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    The only minor quibble I have with this blog is that it conflates the concept of "Flat Earth" with Galileo's trial over the "heliocentric system" in 1633. Galileo came into conflict with the Catholic church because of their differing views on whether the Earth orbited the Sun or vice versa. The church insisted that the Earth was the immovable center of the universe, but Galileo argued that the Earth orbited the Sun.

    So far as I know, the Catholic church never had a doctrine about the Earth being flat. The concept of a round, spherical Earth had been around for 2,000 years and, by Galileo's time, had long been the view of most educated people, including members of the church. Magellan had already sailed around the world 100 years before Galileo's trial.

    Some uneducated people may still have believed in a "flat Earth" at the time of Galileo's trial, but that simply distinguished them as uneducated - which is how we employ the term today. It had nothing to do with Galileo's heresy trail before the Roman Inquisition.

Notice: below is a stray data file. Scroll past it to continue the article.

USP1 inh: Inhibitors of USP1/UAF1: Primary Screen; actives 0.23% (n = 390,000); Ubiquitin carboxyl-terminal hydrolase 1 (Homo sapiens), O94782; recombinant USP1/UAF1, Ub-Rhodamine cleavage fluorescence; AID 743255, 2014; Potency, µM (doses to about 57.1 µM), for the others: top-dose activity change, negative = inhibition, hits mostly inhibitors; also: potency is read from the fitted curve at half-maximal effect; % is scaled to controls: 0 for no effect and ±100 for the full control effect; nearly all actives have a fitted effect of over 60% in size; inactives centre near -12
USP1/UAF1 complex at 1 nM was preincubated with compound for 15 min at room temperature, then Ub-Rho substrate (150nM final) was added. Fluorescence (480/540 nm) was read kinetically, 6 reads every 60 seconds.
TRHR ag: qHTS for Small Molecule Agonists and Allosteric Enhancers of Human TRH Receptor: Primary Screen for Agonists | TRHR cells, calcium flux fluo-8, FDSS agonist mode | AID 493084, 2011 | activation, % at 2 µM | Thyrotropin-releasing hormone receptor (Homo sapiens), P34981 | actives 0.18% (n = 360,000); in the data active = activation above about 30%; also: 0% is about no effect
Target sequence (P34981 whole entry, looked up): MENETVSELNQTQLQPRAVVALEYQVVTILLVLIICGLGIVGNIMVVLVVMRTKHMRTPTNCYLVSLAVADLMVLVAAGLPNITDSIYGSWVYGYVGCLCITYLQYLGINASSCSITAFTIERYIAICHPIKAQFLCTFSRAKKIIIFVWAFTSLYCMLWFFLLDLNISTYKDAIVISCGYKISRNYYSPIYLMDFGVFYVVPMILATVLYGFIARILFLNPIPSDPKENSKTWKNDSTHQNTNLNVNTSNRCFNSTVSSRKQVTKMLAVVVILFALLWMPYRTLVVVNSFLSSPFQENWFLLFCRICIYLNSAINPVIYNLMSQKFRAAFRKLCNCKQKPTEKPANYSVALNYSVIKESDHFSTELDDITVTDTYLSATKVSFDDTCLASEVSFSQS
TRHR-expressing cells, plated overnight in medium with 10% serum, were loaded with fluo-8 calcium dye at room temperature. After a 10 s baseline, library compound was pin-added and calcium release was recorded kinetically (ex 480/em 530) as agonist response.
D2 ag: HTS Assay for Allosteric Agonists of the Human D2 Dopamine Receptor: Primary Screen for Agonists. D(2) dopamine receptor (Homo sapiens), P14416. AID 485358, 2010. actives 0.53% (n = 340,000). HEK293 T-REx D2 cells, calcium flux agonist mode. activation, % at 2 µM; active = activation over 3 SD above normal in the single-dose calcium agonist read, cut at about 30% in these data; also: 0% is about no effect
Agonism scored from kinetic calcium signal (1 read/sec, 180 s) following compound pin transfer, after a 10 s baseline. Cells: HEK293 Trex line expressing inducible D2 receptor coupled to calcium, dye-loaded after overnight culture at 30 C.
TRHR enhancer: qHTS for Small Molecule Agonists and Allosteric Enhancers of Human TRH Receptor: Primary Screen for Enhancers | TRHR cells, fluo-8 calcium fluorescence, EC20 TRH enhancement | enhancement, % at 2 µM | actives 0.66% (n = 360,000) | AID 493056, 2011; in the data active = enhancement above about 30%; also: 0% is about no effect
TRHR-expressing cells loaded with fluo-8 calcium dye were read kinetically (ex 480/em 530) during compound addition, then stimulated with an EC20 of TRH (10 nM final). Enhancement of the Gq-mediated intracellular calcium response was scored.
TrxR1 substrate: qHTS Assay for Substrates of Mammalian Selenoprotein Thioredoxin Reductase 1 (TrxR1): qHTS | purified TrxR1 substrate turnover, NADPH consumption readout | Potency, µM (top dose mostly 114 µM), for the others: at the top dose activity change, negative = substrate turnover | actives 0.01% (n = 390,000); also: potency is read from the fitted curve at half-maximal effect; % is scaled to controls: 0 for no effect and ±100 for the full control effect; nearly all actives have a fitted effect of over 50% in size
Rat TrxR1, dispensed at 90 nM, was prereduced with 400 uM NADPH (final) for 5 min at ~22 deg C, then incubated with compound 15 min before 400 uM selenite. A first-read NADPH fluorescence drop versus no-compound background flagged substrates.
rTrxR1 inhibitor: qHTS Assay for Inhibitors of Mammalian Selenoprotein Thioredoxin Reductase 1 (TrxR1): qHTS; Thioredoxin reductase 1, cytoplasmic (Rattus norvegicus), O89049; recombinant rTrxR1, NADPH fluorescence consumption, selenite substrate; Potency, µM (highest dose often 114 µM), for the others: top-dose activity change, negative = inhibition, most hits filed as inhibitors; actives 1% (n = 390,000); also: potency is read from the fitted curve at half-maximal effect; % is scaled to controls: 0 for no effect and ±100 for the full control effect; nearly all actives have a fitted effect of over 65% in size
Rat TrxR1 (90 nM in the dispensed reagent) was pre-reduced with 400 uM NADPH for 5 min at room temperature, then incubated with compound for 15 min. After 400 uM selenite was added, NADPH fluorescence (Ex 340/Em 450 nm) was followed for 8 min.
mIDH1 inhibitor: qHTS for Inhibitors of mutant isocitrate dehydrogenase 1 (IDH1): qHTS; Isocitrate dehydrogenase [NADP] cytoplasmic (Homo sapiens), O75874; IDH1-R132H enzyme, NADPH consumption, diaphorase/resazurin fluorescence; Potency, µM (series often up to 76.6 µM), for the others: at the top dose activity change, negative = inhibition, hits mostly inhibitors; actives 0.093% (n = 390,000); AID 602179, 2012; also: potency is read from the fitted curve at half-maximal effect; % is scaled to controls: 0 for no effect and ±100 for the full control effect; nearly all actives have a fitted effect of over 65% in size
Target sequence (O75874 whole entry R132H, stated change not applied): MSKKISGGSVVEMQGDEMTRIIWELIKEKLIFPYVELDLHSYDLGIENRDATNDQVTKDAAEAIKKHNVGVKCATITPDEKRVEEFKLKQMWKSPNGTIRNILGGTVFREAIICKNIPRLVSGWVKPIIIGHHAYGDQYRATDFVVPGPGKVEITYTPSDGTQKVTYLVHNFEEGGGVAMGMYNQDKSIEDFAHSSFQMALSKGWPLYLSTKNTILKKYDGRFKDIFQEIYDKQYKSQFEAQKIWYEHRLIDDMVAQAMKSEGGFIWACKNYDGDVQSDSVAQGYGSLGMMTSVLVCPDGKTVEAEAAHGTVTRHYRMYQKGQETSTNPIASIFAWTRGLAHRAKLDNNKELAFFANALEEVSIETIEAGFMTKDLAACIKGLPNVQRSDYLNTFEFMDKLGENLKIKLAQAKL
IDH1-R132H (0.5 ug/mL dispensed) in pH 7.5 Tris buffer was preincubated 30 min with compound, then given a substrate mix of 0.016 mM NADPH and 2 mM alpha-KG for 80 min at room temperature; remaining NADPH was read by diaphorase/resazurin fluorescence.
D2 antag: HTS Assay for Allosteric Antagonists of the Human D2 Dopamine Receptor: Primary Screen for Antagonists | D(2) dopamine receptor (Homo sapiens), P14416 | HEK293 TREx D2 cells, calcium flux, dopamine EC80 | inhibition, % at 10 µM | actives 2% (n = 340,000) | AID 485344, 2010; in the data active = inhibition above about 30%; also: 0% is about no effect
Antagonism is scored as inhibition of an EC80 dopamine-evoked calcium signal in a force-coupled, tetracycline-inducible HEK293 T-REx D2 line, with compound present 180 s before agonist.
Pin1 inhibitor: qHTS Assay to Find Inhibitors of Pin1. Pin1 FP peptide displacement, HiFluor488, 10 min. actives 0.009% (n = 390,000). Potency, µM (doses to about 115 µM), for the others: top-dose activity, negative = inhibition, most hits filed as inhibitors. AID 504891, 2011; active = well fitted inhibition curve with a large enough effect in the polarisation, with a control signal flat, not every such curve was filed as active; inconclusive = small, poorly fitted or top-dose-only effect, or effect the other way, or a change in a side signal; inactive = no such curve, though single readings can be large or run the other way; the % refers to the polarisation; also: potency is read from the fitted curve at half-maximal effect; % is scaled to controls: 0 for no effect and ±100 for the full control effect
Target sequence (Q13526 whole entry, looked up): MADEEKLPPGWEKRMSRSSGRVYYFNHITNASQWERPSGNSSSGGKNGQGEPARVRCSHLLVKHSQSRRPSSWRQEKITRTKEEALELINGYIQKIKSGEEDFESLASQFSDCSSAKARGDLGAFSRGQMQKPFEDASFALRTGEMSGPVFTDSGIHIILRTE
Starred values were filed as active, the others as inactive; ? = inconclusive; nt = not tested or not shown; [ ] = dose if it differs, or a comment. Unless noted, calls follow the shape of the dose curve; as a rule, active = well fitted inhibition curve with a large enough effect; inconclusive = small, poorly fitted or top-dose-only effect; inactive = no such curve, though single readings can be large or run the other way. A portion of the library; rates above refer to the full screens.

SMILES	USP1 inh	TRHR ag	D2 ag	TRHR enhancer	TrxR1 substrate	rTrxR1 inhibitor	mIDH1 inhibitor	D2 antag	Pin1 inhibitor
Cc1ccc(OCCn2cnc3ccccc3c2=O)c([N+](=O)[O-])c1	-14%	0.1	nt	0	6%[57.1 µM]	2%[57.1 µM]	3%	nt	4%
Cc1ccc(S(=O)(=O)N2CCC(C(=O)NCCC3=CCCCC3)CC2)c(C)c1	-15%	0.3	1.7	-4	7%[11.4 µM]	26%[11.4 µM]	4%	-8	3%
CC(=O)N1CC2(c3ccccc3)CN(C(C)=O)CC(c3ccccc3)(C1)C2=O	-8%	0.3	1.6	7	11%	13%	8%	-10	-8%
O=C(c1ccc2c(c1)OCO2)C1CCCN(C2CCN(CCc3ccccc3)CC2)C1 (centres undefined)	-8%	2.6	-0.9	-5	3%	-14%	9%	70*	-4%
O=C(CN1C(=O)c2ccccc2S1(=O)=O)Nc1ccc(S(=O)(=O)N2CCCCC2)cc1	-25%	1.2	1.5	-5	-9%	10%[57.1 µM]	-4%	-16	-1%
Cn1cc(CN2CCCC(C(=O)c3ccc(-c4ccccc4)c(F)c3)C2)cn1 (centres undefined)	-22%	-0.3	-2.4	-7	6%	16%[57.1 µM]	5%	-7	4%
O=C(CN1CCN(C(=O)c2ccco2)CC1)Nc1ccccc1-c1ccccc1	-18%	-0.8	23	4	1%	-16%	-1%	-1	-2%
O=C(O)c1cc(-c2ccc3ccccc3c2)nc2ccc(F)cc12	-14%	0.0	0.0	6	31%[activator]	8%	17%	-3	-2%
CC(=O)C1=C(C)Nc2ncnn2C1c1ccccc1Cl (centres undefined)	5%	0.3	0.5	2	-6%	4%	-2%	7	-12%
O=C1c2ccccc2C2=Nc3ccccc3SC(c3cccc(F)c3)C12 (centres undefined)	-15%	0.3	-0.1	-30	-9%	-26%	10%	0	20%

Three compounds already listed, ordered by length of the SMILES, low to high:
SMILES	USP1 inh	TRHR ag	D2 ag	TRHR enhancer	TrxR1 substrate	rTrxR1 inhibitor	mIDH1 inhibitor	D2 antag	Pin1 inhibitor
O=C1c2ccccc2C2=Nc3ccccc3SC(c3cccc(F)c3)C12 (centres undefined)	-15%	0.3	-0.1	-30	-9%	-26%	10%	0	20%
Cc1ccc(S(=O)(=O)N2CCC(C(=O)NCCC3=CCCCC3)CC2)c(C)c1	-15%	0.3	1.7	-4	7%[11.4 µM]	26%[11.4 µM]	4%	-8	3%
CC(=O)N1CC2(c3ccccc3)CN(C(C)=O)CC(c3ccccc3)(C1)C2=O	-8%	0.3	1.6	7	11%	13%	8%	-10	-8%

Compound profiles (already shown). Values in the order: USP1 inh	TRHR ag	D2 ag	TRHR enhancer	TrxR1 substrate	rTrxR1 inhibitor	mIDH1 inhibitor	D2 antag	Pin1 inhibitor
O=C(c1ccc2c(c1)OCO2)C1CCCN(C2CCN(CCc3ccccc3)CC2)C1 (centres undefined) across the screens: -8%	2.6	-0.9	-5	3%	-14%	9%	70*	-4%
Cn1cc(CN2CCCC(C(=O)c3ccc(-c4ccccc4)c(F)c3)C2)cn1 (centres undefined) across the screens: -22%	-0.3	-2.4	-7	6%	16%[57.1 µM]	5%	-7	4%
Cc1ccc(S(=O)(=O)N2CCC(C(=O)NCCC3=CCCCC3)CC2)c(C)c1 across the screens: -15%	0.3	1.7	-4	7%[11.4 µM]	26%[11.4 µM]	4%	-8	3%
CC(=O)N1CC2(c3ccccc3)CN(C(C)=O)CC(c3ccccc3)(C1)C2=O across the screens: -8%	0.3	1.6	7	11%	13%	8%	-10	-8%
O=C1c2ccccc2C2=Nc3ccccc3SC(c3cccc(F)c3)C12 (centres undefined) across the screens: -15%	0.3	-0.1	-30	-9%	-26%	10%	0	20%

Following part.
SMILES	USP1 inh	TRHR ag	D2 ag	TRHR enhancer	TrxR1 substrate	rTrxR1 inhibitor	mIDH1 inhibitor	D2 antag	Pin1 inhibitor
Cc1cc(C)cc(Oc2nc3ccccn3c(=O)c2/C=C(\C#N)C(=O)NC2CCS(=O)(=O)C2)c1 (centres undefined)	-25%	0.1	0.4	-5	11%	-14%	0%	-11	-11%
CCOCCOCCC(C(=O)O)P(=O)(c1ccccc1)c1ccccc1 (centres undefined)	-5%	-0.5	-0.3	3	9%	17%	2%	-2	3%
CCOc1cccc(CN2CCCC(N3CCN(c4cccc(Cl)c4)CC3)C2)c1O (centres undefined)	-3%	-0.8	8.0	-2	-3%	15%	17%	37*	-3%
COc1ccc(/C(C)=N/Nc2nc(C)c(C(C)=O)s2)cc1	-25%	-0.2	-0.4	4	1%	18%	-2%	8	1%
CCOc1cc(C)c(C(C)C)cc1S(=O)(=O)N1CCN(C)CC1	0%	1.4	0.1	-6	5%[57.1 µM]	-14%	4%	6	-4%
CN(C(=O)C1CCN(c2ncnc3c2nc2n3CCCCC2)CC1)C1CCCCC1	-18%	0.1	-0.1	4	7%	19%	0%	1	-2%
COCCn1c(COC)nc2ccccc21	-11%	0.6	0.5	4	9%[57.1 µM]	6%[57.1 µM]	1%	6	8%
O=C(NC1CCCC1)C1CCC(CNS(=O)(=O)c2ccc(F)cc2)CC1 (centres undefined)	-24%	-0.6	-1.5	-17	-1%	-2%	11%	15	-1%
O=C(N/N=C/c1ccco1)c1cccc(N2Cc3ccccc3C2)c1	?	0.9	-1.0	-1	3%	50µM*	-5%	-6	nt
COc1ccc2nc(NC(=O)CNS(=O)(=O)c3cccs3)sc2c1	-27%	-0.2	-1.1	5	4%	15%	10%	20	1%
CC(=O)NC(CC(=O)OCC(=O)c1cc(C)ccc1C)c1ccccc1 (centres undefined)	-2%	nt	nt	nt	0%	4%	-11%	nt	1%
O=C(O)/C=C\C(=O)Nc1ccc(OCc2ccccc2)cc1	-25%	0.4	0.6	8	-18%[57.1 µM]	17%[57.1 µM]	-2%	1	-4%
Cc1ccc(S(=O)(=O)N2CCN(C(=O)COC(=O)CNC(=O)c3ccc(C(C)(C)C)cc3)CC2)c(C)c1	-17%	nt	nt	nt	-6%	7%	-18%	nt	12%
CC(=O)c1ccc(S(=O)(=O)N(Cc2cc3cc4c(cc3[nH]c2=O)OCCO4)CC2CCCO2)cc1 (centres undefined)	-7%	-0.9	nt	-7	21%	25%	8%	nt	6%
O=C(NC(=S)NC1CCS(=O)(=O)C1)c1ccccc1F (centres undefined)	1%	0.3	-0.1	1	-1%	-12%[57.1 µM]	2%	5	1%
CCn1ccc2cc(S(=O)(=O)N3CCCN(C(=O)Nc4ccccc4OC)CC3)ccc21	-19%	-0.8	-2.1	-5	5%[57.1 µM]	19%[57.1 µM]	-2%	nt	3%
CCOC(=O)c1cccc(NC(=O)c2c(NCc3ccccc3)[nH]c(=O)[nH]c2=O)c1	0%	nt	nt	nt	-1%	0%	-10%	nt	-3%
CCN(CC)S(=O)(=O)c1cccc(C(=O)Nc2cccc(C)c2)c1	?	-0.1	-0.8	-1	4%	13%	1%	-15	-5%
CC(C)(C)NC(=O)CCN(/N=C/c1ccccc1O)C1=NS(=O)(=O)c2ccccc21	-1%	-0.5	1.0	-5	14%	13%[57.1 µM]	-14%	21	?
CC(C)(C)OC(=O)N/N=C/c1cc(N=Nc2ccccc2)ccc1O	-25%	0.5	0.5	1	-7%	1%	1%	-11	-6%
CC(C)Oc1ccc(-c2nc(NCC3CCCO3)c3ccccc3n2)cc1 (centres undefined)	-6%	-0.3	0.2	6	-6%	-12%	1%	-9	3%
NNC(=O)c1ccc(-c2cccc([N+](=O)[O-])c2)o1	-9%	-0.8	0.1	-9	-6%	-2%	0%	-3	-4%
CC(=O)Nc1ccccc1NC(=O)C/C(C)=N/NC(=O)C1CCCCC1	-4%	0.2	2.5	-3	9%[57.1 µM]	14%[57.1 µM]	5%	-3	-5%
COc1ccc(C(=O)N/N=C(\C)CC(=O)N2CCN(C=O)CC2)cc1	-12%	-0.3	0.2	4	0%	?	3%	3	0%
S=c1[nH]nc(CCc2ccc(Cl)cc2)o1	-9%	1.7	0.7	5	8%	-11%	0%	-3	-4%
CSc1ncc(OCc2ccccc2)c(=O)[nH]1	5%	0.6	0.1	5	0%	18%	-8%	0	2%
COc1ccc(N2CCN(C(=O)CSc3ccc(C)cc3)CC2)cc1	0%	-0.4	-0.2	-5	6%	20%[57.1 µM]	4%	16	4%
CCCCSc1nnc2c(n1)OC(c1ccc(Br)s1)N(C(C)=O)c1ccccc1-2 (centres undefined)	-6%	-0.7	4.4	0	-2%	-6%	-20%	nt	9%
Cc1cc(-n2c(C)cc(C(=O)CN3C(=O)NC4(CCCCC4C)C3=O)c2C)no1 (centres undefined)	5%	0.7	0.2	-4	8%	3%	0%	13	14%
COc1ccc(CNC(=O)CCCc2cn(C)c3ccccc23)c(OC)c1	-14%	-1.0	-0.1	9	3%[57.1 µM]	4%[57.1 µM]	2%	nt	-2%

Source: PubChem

I realize that this isn't the point of the article, but it is in the title.
     
    Last edited: Feb 3, 2016
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  11. Sean

    Sean Senior Member

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    Excellent post. Thank you, Ella.

    But where is the 'Like' button for it on that page? I'm logged into FB, and can see other people's Likes, but can't see the button to add mine.
     
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  12. Bob

    Bob

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    I can't see it either. I'll never understand Facebook! Surely the 'like' button should be immediately obvious!
     
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  13. Artstu

    Artstu Senior Member

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  14. Bob

    Bob